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Harper's Round Table, June 25, 1895

Produced by Annie McGuire

[Illustration: HARPER'S ROUND TABLE]

Copyright, 1895, by HARPER & BROTHERS. All Rights Reserved.

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PUBLISHED WEEKLY. NEW YORK, TUESDAY, JUNE 25, 1895. FIVE CENTS A COPY.

VOL. XVI.--NO. 817. TWO DOLLARS A YEAR.

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[Illustration]

OAKLEIGH.

BY ELLEN DOUGLAS DELAND.

CHAPTER I.

It was a large house, standing well back from the broad highway that leads from Brenton to Pelham, so far back, indeed, and at the end of such a long shady drive, that it could not be seen for some few minutes after turning in from the road.

The approach was pretty, the avenue winding through the trees, with an occasional glimpse of the meadows beyond. The road forked where the trees ended, and encircled the lawn, or the "heater-piece" as the family called it, it being in the exact shape of a flatiron. The house stood on high ground, and there were no trees very near.

It was a white house with green blinds, solid and substantial looking. The roof of the piazza was upheld by tall white columns, and vines growing at either end relieved the bareness. On the southern side of the house a small conservatory had been added. On the other side the ground sloped to the Charles River, though in summer one could see only the water from the upper windows, because of the trees which grew so thick upon the banks.

This was Oakleigh, the home of the Franklins, so named because of a giant oak-tree which spread its huge branches not far from the back of the house.

As to the Franklins, there were five of them, and they were all assembled on the front porch.

Though it was the last day of April, spring was unusually early for Massachusetts this year, and the day was warm and clear, suggesting summer and delightful possibilities of out-door fun.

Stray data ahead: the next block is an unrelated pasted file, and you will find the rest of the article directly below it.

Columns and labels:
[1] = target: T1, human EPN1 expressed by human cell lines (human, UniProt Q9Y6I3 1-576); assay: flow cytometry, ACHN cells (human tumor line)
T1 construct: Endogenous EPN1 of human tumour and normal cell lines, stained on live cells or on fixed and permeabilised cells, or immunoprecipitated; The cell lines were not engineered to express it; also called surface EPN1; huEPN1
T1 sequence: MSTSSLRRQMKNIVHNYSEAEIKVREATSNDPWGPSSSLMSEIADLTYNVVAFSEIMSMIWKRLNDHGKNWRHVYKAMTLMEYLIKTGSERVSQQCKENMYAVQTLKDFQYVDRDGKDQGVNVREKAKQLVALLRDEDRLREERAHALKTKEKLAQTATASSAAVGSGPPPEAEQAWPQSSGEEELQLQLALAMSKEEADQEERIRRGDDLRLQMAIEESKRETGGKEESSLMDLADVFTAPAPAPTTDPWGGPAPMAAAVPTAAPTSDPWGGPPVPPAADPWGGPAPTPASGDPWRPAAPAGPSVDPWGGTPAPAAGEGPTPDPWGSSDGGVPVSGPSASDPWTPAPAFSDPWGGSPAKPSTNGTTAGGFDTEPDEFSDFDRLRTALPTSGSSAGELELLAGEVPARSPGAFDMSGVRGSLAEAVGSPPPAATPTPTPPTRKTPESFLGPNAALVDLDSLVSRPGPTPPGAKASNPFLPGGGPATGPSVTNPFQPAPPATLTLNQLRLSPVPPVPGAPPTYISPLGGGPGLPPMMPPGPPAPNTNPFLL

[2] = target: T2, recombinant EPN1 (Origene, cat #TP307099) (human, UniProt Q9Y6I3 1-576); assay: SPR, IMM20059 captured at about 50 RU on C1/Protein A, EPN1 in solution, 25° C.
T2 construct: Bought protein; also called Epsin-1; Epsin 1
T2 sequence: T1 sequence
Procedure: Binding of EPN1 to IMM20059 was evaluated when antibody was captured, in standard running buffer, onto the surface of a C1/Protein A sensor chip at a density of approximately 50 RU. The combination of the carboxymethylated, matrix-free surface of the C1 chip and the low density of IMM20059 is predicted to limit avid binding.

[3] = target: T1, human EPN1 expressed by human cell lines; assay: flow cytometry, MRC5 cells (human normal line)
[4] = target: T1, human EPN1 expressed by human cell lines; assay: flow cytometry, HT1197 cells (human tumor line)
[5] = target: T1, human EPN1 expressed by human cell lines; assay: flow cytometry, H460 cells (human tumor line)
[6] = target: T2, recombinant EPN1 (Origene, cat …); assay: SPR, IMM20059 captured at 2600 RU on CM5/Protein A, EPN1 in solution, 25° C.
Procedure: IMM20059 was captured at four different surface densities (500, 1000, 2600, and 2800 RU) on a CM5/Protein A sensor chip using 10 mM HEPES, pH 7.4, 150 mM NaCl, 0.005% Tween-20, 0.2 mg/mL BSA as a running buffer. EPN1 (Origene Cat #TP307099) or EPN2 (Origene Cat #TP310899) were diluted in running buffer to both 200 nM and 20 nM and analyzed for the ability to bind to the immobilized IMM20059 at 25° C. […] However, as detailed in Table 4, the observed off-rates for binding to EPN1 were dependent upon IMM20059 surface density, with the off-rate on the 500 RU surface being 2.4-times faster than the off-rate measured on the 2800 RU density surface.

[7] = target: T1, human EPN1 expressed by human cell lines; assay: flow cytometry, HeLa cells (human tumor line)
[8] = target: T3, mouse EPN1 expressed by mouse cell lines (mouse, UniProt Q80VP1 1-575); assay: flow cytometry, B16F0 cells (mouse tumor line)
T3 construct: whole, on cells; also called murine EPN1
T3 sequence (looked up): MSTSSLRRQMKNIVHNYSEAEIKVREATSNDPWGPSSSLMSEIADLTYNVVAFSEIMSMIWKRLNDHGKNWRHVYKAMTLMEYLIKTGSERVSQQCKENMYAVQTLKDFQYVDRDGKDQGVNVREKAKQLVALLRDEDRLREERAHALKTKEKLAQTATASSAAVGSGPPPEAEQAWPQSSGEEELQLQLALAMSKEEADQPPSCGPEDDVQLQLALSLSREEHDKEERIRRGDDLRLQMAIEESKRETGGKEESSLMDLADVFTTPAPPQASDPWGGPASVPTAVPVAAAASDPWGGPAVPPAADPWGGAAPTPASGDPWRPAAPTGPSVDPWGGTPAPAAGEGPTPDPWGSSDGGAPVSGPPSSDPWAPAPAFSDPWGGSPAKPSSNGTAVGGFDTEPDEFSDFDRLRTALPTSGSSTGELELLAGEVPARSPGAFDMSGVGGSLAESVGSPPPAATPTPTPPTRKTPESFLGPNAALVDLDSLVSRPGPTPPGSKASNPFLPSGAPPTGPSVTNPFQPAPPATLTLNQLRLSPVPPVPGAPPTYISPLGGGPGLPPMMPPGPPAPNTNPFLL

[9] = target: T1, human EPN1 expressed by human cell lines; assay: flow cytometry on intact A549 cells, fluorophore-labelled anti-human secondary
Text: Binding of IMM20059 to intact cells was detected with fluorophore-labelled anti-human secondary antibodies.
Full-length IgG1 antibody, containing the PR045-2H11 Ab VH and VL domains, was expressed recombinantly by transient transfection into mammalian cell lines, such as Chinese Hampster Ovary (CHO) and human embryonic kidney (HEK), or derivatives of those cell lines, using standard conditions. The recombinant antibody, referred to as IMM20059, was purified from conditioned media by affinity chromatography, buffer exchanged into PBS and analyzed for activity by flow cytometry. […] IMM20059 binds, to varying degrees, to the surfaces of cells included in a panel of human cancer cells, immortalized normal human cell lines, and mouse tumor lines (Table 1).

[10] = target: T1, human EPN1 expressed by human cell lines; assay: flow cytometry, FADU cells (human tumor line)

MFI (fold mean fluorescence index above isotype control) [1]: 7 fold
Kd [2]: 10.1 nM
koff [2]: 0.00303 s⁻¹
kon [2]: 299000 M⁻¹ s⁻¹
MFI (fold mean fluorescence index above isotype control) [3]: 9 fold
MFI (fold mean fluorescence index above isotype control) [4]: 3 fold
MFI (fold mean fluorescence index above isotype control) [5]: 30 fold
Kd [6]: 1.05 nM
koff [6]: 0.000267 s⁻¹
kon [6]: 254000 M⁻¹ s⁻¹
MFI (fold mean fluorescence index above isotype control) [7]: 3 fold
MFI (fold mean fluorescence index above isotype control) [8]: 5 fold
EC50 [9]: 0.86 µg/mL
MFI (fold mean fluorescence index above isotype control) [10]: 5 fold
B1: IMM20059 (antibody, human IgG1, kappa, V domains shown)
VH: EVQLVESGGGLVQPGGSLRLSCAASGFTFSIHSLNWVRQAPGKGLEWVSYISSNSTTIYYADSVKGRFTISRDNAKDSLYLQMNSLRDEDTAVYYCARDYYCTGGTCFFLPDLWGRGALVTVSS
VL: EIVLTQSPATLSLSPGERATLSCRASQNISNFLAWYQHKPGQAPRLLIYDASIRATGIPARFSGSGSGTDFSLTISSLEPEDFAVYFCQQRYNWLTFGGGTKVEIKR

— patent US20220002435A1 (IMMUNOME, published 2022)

Edith, the eldest, sat with her work. It was unusual work for a girl of barely sixteen. A large old-fashioned basket was on the floor by her side, with piles of children's clothes in it, and she was slowly and laboriously darning a stocking over a china egg.

The children had no mother, and a good deal devolved upon Edith.

Jack and Cynthia, the twins, came next in age, and they were just fourteen. They looked alike though Jack was much the taller of the two, and his hair did not curl so tightly as Cynthia's. She sat on the steps of the piazza. Her sailor hat was cast on the ground at her feet, and her pretty golden-brown hair was, as usual, somewhat awry.

It was one of the trials of Edith's life that Cynthia's hair would not keep smooth.

Jack lay at full length on the grass, sometimes flat on his back, staring at the sky, sometimes rolling over, the more easily to address his sisters.

Jack had a project in his mind, and was very much in earnest. Cynthia, of course, was already on his side--she had known of it from the first moment the idea popped into his head, but Edith had just been told, and she needed convincing.

Janet and Willy, "the children," were playing at the other end of the porch. They were only six and five, and did not count in the family discussions.


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